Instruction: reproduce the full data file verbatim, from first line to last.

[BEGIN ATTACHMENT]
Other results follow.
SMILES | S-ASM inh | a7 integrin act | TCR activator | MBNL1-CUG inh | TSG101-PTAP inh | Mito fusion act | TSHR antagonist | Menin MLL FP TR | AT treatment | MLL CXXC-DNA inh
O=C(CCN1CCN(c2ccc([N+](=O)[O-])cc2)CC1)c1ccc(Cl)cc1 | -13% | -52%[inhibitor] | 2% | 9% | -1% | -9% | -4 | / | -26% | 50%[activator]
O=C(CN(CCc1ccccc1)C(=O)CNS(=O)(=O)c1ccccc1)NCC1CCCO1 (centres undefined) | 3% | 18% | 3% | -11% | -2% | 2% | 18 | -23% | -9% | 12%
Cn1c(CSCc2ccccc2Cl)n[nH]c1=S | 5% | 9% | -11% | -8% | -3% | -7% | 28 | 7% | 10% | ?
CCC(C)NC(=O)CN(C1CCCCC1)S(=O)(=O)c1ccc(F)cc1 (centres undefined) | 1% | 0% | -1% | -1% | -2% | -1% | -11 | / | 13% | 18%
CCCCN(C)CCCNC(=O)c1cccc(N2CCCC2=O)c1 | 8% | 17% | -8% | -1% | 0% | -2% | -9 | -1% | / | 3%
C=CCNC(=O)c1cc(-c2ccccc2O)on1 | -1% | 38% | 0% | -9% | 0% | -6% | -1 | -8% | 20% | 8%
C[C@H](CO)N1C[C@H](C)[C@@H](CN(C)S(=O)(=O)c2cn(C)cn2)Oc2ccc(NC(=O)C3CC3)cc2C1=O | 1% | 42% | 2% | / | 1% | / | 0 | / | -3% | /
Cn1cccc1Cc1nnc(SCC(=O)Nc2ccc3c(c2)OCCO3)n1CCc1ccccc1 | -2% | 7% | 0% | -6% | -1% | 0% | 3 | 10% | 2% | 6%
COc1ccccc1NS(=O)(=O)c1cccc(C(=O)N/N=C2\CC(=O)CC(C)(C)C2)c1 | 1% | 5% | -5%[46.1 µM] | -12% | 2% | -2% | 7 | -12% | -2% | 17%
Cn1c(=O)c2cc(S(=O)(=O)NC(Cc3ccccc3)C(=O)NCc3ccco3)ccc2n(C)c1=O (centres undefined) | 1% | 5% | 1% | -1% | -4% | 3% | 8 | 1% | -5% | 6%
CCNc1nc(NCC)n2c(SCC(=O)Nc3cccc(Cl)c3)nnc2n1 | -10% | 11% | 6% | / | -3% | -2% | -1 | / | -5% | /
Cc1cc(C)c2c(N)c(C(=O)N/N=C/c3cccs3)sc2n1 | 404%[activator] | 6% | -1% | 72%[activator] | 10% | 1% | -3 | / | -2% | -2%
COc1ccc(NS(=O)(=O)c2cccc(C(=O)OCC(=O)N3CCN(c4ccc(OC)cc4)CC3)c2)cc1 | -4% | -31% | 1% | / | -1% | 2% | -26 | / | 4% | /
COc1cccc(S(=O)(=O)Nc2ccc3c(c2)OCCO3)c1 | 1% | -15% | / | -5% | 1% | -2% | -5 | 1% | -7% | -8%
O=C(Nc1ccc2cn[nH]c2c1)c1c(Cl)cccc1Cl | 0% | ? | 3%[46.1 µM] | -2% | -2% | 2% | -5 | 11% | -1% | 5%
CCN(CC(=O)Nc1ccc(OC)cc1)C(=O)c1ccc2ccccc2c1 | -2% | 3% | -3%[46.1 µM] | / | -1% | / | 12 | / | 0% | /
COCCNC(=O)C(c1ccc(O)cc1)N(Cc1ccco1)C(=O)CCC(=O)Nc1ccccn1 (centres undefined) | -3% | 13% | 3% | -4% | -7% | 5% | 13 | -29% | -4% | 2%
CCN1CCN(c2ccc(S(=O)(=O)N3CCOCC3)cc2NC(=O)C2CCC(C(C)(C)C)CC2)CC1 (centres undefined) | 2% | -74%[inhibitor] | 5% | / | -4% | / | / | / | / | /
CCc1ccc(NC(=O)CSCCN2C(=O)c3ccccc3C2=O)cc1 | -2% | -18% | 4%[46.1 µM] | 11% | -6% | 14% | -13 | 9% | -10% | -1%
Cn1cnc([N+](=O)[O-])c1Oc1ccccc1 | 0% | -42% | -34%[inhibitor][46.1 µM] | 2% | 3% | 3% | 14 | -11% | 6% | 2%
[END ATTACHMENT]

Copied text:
Other results follow.
SMILES | S-ASM inh | a7 integrin act | TCR activator | MBNL1-CUG inh | TSG101-PTAP inh | Mito fusion act | TSHR antagonist | Menin MLL FP TR | AT treatment | MLL CXXC-DNA inh
O=C(CCN1CCN(c2ccc([N+](=O)[O-])cc2)CC1)c1ccc(Cl)cc1 | -13% | -52%[inhibitor] | 2% | 9% | -1% | -9% | -4 | / | -26% | 50%[activator]
O=C(CN(CCc1ccccc1)C(=O)CNS(=O)(=O)c1ccccc1)NCC1CCCO1 (centres undefined) | 3% | 18% | 3% | -11% | -2% | 2% | 18 | -23% | -9% | 12%
Cn1c(CSCc2ccccc2Cl)n[nH]c1=S | 5% | 9% | -11% | -8% | -3% | -7% | 28 | 7% | 10% | ?
CCC(C)NC(=O)CN(C1CCCCC1)S(=O)(=O)c1ccc(F)cc1 (centres undefined) | 1% | 0% | -1% | -1% | -2% | -1% | -11 | / | 13% | 18%
CCCCN(C)CCCNC(=O)c1cccc(N2CCCC2=O)c1 | 8% | 17% | -8% | -1% | 0% | -2% | -9 | -1% | / | 3%
C=CCNC(=O)c1cc(-c2ccccc2O)on1 | -1% | 38% | 0% | -9% | 0% | -6% | -1 | -8% | 20% | 8%
C[C@H](CO)N1C[C@H](C)[C@@H](CN(C)S(=O)(=O)c2cn(C)cn2)Oc2ccc(NC(=O)C3CC3)cc2C1=O | 1% | 42% | 2% | / | 1% | / | 0 | / | -3% | /
Cn1cccc1Cc1nnc(SCC(=O)Nc2ccc3c(c2)OCCO3)n1CCc1ccccc1 | -2% | 7% | 0% | -6% | -1% | 0% | 3 | 10% | 2% | 6%
COc1ccccc1NS(=O)(=O)c1cccc(C(=O)N/N=C2\CC(=O)CC(C)(C)C2)c1 | 1% | 5% | -5%[46.1 µM] | -12% | 2% | -2% | 7 | -12% | -2% | 17%
Cn1c(=O)c2cc(S(=O)(=O)NC(Cc3ccccc3)C(=O)NCc3ccco3)ccc2n(C)c1=O (centres undefined) | 1% | 5% | 1% | -1% | -4% | 3% | 8 | 1% | -5% | 6%
CCNc1nc(NCC)n2c(SCC(=O)Nc3cccc(Cl)c3)nnc2n1 | -10% | 11% | 6% | / | -3% | -2% | -1 | / | -5% | /
Cc1cc(C)c2c(N)c(C(=O)N/N=C/c3cccs3)sc2n1 | 404%[activator] | 6% | -1% | 72%[activator] | 10% | 1% | -3 | / | -2% | -2%
COc1ccc(NS(=O)(=O)c2cccc(C(=O)OCC(=O)N3CCN(c4ccc(OC)cc4)CC3)c2)cc1 | -4% | -31% | 1% | / | -1% | 2% | -26 | / | 4% | /
COc1cccc(S(=O)(=O)Nc2ccc3c(c2)OCCO3)c1 | 1% | -15% | / | -5% | 1% | -2% | -5 | 1% | -7% | -8%
O=C(Nc1ccc2cn[nH]c2c1)c1c(Cl)cccc1Cl | 0% | ? | 3%[46.1 µM] | -2% | -2% | 2% | -5 | 11% | -1% | 5%
CCN(CC(=O)Nc1ccc(OC)cc1)C(=O)c1ccc2ccccc2c1 | -2% | 3% | -3%[46.1 µM] | / | -1% | / | 12 | / | 0% | /
COCCNC(=O)C(c1ccc(O)cc1)N(Cc1ccco1)C(=O)CCC(=O)Nc1ccccn1 (centres undefined) | -3% | 13% | 3% | -4% | -7% | 5% | 13 | -29% | -4% | 2%
CCN1CCN(c2ccc(S(=O)(=O)N3CCOCC3)cc2NC(=O)C2CCC(C(C)(C)C)CC2)CC1 (centres undefined) | 2% | -74%[inhibitor] | 5% | / | -4% | / | / | / | / | /
CCc1ccc(NC(=O)CSCCN2C(=O)c3ccccc3C2=O)cc1 | -2% | -18% | 4%[46.1 µM] | 11% | -6% | 14% | -13 | 9% | -10% | -1%
Cn1cnc([N+](=O)[O-])c1Oc1ccccc1 | 0% | -42% | -34%[inhibitor][46.1 µM] | 2% | 3% | 3% | 14 | -11% | 6% | 2%